Lay Me Down Softly

by Billy Roche

Seanachai Theatre Company at The Den Theatre

April-May, 2014

A gritty drama set in Delaney’s Traveling Roadshow of the Irish countryside, the Seanachai ensemble attacked the boxing sequences, love scenes and family disputes with their characteristic passion and humanity – resulting in a lyrical production, at turns both beautiful and violent.

““And the actors — each of them pure perfection, but also a model of ensemble synergy — not only live in the immediate moment of their characters’ lives, but magically suggest the years of rage, disappointment, frustration and loss that have made them who they are. At its center is Theo (Jeff Christian), a big, volatile, self-made guy.”    Chicago Sun-Times 

““The grasping mercenary world is ruled by Christian’s Theo with iron hands. (The way Christian chews at a perpetual toothpick suggests the restless appetites and violence churning at his innards.)”    Chicago Tribune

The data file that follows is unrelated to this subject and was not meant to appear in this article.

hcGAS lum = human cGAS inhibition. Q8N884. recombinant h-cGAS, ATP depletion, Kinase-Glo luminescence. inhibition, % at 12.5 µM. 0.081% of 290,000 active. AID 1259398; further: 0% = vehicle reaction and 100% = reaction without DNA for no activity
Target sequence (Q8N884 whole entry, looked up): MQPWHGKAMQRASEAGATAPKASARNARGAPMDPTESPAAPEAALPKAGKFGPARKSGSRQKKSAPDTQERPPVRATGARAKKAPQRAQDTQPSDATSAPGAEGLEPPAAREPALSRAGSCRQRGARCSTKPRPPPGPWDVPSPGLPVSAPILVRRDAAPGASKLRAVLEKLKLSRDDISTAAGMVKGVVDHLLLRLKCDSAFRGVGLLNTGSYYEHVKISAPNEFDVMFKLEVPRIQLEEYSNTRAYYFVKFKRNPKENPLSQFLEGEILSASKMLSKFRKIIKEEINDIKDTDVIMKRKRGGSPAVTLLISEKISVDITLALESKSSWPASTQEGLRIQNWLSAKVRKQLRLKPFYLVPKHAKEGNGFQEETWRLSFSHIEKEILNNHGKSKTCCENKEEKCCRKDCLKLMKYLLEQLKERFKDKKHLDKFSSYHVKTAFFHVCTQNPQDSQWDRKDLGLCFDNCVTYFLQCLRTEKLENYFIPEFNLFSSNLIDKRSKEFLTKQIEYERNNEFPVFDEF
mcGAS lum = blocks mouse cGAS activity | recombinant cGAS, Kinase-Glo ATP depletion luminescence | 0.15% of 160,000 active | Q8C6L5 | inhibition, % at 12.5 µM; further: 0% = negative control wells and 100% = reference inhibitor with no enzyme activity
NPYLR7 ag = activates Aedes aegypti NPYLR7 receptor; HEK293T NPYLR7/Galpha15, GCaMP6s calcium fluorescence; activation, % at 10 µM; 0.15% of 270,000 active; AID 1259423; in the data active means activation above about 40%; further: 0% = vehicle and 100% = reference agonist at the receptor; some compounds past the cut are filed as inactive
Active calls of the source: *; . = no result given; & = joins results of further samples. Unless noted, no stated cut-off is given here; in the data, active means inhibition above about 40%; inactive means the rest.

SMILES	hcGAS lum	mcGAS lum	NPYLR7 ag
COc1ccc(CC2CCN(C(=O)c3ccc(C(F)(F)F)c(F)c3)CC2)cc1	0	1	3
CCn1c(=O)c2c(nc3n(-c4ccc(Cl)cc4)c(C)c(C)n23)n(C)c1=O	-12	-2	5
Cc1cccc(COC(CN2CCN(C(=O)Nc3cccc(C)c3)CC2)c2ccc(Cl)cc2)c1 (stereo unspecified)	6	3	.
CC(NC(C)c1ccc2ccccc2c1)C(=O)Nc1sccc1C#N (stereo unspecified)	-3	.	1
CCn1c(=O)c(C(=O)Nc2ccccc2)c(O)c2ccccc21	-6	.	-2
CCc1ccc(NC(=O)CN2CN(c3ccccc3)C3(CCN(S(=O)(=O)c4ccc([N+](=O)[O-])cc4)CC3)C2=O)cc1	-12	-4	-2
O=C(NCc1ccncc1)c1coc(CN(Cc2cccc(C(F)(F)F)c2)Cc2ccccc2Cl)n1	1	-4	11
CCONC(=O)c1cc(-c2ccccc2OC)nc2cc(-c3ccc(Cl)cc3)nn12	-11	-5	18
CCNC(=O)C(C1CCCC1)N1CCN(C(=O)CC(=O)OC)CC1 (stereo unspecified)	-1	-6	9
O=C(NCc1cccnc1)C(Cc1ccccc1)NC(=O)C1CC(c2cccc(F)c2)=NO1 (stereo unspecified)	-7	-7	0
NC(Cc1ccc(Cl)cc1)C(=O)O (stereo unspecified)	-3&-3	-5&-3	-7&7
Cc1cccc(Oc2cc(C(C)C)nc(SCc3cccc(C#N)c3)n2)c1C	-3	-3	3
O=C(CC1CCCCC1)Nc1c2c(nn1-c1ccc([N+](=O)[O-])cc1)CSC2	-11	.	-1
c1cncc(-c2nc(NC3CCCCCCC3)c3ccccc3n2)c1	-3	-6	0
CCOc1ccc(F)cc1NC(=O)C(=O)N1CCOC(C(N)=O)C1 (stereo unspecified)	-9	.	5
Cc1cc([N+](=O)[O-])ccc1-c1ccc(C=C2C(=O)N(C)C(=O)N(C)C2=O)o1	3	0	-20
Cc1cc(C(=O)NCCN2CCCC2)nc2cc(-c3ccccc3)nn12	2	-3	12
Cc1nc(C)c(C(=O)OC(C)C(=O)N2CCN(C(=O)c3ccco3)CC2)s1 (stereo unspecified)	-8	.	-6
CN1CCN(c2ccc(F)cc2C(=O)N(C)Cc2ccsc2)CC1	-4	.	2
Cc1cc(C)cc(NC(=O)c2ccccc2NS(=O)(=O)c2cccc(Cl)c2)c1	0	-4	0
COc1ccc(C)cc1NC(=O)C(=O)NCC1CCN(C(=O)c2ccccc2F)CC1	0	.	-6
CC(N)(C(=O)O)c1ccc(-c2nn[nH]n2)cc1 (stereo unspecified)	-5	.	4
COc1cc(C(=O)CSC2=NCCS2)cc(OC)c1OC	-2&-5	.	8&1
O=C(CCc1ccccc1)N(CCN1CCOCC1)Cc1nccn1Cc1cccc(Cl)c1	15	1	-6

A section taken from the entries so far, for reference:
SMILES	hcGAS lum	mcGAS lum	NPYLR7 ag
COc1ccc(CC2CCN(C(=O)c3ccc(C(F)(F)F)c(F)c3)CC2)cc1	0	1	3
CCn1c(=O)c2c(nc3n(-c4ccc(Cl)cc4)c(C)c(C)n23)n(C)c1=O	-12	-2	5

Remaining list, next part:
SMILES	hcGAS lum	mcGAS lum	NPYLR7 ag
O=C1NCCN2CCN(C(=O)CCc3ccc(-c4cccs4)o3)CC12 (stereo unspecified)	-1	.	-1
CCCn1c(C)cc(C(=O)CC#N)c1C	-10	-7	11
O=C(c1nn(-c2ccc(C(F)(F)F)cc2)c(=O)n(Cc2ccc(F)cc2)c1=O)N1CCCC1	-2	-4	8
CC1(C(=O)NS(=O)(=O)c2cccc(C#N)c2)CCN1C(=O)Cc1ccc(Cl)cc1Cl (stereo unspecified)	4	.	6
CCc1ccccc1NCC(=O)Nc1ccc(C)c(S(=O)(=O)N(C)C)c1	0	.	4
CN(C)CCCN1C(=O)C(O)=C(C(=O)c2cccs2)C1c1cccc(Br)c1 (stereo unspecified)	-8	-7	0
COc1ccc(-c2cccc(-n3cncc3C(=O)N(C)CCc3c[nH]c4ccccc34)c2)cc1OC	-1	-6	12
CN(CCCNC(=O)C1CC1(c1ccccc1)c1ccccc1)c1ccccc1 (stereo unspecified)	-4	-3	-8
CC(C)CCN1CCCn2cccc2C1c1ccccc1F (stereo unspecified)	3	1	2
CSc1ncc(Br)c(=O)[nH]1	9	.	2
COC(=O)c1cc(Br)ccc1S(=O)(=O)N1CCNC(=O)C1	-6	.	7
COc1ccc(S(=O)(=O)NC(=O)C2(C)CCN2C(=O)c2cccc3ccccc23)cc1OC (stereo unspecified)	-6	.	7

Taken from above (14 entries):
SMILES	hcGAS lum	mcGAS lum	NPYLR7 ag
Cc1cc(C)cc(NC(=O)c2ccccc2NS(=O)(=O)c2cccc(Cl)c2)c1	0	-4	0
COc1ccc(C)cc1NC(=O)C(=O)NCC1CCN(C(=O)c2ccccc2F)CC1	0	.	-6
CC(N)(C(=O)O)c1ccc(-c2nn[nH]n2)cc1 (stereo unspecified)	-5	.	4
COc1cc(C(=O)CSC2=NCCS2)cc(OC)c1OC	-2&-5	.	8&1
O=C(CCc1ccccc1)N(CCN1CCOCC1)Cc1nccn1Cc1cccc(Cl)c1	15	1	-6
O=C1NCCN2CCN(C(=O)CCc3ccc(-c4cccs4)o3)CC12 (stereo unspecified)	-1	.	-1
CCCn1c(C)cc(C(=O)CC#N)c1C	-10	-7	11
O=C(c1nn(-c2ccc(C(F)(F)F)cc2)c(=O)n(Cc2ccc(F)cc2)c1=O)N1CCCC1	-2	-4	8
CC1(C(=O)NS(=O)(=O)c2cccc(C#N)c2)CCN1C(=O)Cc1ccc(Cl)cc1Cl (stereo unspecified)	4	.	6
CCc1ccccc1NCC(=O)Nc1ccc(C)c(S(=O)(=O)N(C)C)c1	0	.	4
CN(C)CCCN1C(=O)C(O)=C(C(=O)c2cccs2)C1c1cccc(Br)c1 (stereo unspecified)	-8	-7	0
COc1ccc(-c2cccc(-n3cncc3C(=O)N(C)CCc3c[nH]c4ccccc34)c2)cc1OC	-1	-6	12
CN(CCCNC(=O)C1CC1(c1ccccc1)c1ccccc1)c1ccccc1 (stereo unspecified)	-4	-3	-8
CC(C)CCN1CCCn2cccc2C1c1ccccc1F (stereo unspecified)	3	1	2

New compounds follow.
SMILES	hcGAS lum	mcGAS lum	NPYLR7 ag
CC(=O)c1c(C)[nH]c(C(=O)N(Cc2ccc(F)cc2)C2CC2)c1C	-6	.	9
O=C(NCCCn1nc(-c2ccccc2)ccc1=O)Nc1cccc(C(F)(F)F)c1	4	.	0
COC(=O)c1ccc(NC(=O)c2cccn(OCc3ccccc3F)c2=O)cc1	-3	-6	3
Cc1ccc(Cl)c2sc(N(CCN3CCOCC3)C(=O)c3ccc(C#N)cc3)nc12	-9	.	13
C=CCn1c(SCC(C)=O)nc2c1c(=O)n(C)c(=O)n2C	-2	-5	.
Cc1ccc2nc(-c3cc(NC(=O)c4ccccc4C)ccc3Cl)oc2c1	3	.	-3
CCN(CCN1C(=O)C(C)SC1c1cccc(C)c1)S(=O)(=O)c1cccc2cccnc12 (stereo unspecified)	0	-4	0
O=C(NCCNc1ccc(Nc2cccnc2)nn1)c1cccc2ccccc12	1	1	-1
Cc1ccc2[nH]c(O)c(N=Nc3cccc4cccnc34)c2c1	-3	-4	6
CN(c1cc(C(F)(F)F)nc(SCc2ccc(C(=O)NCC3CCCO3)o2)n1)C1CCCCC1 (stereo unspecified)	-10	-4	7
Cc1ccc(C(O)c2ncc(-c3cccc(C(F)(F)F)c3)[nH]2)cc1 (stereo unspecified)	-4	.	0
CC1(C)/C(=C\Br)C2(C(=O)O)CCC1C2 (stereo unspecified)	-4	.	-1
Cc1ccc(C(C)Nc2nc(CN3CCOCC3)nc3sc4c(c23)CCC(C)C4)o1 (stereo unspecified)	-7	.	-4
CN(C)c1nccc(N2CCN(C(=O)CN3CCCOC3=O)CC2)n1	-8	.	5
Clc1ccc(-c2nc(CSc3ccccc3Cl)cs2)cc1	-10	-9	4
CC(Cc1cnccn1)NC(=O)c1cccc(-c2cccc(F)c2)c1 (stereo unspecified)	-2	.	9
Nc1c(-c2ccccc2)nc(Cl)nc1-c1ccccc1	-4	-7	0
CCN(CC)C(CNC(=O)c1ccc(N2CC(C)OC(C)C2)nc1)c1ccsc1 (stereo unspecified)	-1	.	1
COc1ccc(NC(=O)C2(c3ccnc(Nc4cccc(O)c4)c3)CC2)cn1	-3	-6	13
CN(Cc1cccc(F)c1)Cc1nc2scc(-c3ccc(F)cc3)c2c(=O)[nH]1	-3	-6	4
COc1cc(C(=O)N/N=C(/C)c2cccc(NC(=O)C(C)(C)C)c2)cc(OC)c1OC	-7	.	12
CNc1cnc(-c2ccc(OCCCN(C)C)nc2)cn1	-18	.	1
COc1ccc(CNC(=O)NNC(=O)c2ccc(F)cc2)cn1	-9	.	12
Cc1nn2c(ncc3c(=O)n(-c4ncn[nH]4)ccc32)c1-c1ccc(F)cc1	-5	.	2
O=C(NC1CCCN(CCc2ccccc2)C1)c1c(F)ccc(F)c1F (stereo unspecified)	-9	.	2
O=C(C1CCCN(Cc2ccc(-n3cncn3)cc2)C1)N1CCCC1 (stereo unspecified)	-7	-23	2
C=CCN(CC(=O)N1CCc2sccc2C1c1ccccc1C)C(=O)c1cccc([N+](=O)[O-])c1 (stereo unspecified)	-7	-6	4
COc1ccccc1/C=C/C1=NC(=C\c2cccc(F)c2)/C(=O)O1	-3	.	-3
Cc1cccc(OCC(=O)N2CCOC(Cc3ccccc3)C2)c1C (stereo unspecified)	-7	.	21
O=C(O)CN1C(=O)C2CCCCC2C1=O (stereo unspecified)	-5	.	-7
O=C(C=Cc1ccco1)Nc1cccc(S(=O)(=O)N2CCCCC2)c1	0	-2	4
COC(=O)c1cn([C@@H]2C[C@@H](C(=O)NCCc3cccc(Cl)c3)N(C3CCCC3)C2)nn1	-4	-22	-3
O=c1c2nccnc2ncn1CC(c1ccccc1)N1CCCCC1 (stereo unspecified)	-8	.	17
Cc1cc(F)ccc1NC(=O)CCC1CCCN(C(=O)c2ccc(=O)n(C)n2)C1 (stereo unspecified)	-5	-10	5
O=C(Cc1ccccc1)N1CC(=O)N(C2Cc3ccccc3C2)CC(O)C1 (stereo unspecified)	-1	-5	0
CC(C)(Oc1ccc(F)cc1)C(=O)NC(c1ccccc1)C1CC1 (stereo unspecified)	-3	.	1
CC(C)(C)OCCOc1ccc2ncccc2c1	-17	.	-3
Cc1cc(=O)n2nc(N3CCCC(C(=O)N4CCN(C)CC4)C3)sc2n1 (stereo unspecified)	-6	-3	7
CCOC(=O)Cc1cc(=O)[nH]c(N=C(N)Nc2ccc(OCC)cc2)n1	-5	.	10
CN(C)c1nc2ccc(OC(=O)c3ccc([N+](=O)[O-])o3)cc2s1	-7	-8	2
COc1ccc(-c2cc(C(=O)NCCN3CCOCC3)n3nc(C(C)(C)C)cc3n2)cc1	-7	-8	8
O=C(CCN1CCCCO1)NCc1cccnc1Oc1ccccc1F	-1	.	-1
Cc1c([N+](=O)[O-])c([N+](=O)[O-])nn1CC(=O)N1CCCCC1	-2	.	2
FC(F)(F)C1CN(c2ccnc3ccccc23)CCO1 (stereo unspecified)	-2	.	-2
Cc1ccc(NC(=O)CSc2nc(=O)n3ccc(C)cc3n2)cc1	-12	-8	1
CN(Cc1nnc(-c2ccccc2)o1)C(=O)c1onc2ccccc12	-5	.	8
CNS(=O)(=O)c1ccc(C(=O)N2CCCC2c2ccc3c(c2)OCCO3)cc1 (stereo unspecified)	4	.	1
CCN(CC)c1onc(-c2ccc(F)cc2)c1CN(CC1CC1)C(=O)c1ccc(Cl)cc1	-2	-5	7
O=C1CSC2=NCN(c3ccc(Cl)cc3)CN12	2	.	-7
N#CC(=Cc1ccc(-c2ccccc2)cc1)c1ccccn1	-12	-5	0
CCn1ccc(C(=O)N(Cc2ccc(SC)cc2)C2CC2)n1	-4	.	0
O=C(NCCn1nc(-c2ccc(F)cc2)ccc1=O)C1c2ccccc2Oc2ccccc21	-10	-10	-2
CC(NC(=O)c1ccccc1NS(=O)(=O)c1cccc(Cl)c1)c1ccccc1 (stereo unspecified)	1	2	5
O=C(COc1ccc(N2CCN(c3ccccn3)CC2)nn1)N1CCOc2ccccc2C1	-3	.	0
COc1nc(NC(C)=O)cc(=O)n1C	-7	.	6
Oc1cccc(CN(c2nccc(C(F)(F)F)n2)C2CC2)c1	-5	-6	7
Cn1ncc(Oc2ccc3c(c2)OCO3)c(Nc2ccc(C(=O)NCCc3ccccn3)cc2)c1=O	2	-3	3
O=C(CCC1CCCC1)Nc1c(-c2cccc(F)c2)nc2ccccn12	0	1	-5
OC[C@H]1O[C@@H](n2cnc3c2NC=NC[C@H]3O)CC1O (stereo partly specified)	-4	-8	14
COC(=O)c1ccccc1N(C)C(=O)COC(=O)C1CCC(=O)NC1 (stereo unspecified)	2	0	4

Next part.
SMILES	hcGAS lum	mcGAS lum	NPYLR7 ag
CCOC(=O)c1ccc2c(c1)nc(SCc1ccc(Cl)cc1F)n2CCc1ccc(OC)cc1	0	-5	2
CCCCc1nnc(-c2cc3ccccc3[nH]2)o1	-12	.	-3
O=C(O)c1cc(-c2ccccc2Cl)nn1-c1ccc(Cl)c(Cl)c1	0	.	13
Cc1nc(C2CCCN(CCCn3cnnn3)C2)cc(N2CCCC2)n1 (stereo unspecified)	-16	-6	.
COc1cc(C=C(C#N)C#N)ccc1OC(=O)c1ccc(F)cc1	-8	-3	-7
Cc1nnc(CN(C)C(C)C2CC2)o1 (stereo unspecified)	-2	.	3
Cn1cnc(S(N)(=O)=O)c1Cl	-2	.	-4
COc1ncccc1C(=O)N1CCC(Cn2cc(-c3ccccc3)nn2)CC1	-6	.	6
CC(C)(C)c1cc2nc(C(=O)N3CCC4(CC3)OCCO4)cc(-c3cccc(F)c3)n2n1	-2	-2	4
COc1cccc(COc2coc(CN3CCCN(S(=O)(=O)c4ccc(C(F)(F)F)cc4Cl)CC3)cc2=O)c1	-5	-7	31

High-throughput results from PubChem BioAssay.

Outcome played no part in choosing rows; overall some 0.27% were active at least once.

““But for Theo (Jeff Christian) and his dysfunctional troupe of fools, the last 50 years never happened. Theo is a real brute — and proud of it. Blisteringly portrayed by Christian, one’s imagination doesn’t have to go far to see a few manslaughters in his past, and perhaps a few in his future. It’s all about Theo, and he never lets anyone is his metaphorical or physical grip forget that yes, indeed it is all about Theo — and Theo’s money.     Gaper’s Block

“As Theo, Jeff Christian shades his blustering fits with pale shades of sentimentality.”     Sheridan Road Magazine

“A cast that’s comedic and melancholic in equal measure charms and invites you to care about a story of small fortunes. It only takes a few minutes before we know the hierarchy of the troupe and the odd tics that define them. I’d believe the whole operation would fall apart if Theo (Jeff Christian) couldn’t find a toothpick to gnaw, or if Junior (Dan Waller) couldn’t always fix the turnstile.”    Time Out Chicago

“Theo (played by the appropriately burly Jeff Christian) the quixotic owner can, in an instant, go from quietly commanding to explosively angry.”    Chicago Theatre Review

“The acting was superb. Jeff Christian led the way as the emotionally explosive patriarch.     Chicago Critic